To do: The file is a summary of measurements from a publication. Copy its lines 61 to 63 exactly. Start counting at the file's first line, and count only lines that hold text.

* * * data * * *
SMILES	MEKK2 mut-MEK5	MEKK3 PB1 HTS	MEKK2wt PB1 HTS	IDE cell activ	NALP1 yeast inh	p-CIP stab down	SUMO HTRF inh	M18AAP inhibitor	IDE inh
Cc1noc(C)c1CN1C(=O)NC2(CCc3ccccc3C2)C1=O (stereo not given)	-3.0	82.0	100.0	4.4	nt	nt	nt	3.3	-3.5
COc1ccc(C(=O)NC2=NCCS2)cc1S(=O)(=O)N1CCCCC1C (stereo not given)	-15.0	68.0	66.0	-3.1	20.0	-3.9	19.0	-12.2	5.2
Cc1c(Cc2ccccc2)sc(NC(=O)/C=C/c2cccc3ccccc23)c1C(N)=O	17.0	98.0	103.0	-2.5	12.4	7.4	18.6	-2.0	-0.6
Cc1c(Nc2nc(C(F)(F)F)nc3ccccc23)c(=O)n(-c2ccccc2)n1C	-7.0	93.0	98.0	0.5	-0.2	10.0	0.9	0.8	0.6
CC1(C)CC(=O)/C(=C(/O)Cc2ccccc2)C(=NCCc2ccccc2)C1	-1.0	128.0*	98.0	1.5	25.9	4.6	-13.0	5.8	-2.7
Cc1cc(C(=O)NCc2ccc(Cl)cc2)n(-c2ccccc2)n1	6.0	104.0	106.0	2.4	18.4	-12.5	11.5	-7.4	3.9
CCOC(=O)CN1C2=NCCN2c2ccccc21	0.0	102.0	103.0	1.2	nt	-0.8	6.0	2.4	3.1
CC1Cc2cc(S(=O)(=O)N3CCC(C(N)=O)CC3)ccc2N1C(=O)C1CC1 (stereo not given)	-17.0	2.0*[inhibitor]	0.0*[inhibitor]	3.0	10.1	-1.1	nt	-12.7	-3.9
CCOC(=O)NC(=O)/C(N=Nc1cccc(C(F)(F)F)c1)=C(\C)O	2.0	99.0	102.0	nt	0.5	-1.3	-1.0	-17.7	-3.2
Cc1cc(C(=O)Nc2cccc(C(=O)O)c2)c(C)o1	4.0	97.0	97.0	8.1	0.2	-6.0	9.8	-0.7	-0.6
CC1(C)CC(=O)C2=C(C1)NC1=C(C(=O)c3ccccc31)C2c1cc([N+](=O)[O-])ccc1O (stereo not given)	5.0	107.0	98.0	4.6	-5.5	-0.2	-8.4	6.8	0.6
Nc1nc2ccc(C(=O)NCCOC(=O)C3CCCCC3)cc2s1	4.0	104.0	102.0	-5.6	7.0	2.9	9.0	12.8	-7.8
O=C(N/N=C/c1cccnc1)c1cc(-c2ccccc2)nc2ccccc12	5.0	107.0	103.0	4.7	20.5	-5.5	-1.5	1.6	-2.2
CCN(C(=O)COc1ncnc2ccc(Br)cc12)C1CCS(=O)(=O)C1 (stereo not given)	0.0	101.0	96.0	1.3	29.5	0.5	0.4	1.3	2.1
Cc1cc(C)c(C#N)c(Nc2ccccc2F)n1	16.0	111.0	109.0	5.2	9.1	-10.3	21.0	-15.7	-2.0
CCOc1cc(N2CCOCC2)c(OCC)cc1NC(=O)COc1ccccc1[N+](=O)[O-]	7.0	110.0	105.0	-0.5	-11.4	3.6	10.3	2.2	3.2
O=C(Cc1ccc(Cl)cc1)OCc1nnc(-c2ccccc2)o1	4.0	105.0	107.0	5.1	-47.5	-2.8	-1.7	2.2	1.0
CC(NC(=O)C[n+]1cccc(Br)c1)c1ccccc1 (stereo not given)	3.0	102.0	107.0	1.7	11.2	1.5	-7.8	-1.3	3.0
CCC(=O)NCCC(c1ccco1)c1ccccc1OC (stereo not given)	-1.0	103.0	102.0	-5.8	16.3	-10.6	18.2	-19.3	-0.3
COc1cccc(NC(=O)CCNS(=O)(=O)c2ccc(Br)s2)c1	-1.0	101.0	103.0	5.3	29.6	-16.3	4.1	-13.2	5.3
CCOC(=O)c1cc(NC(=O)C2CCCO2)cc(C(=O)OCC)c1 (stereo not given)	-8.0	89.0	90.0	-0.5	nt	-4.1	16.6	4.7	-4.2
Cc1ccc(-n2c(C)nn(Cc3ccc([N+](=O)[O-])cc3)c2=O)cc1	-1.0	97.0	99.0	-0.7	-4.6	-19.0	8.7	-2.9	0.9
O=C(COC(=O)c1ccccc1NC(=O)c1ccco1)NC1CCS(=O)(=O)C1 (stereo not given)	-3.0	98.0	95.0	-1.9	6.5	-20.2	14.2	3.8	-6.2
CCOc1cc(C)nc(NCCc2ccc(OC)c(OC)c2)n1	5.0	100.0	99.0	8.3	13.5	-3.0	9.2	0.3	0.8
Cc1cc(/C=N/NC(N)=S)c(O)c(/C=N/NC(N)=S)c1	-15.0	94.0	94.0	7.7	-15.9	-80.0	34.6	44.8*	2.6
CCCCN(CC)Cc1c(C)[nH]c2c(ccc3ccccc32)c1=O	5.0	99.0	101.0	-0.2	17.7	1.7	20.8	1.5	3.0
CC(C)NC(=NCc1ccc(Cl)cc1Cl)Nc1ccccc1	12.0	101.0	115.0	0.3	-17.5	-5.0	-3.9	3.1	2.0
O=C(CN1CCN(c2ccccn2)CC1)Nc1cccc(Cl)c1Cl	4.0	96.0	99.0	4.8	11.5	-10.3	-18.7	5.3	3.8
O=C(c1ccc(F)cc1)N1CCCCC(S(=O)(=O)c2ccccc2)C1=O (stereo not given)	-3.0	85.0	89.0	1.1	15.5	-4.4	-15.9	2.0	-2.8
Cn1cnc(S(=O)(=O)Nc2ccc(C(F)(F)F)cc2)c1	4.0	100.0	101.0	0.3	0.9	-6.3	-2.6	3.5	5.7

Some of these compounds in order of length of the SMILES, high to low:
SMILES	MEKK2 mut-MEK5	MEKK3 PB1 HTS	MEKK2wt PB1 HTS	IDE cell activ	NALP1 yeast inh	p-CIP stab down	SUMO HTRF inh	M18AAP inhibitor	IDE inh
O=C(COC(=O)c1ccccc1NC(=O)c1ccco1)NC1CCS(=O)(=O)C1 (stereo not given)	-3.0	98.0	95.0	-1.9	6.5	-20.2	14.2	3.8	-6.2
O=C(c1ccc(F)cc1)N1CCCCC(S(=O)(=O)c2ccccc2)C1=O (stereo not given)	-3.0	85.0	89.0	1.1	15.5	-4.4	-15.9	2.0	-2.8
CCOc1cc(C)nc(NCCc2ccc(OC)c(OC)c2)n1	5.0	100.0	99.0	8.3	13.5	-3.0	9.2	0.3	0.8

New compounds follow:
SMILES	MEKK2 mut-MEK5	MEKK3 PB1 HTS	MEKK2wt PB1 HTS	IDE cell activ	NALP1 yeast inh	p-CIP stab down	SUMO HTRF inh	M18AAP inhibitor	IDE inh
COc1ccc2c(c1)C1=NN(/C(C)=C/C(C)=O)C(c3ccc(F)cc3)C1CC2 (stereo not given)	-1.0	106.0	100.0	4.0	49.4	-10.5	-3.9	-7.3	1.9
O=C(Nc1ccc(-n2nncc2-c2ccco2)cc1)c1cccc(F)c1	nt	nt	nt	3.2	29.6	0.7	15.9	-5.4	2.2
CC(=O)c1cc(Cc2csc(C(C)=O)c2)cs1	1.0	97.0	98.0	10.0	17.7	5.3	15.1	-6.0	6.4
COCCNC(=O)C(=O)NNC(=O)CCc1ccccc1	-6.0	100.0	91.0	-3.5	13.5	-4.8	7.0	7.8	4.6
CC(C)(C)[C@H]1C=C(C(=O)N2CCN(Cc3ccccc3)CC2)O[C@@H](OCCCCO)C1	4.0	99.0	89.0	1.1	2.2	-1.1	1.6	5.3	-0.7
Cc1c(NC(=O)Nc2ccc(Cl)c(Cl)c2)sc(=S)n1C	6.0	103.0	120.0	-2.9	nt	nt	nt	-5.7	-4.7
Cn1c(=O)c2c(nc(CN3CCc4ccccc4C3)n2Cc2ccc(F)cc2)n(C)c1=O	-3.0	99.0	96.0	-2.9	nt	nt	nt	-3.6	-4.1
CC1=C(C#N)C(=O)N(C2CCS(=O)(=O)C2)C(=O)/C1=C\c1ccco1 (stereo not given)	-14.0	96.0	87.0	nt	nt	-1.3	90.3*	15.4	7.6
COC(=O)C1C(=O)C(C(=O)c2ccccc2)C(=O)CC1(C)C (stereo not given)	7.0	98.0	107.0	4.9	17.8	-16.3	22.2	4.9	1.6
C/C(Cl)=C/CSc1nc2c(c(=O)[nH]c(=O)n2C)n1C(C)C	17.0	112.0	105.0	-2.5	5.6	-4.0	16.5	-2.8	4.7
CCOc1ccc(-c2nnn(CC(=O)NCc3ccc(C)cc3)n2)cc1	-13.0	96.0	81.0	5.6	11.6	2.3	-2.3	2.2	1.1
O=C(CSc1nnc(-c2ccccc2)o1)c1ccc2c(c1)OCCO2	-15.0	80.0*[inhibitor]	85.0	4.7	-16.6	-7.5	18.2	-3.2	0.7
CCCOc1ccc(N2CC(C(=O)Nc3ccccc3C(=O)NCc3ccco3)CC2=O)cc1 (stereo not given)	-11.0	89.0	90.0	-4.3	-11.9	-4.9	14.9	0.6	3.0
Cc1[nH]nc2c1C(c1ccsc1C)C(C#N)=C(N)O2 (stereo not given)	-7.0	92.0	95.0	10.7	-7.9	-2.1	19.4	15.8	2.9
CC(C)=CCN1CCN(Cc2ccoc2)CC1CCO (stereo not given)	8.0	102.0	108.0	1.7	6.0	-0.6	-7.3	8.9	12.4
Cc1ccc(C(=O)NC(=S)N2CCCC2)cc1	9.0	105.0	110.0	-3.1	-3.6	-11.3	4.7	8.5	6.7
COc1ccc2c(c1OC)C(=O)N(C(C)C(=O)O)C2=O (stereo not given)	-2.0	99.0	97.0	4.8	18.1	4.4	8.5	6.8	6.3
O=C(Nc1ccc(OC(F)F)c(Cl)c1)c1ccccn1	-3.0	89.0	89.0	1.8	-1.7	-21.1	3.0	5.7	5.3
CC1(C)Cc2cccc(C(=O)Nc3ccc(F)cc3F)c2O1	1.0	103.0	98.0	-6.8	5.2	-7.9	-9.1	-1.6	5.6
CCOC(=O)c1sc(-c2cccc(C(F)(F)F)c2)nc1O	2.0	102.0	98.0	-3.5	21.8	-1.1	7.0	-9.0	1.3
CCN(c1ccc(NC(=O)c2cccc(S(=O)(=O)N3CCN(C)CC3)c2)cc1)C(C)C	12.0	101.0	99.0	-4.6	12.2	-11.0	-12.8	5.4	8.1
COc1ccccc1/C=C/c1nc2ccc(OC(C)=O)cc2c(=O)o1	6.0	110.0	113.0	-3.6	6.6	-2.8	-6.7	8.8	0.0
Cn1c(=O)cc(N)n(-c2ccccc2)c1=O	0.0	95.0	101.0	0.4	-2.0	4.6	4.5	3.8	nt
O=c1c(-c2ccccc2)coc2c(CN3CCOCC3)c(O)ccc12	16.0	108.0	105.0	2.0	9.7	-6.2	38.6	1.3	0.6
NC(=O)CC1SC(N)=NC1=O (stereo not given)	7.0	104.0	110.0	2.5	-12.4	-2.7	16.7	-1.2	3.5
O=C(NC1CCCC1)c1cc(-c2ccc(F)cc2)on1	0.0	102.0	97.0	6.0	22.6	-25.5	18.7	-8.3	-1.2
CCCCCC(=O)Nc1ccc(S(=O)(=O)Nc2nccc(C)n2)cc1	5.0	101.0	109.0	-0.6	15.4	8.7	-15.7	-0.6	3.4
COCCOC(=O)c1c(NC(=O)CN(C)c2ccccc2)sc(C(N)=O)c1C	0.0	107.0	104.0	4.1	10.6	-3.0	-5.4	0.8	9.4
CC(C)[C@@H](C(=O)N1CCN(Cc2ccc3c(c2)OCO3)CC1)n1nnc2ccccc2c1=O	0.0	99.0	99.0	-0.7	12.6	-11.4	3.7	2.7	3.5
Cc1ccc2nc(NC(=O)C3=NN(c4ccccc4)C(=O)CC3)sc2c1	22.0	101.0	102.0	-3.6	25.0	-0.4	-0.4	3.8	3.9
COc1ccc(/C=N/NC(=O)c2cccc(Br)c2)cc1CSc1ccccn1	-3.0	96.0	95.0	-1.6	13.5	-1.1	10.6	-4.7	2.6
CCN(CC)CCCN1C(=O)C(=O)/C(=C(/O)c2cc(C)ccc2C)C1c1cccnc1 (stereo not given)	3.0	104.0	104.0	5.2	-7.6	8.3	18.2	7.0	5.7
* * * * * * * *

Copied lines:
Cn1c(=O)cc(N)n(-c2ccccc2)c1=O	0.0	95.0	101.0	0.4	-2.0	4.6	4.5	3.8	nt
O=c1c(-c2ccccc2)coc2c(CN3CCOCC3)c(O)ccc12	16.0	108.0	105.0	2.0	9.7	-6.2	38.6	1.3	0.6
NC(=O)CC1SC(N)=NC1=O (stereo not given)	7.0	104.0	110.0	2.5	-12.4	-2.7	16.7	-1.2	3.5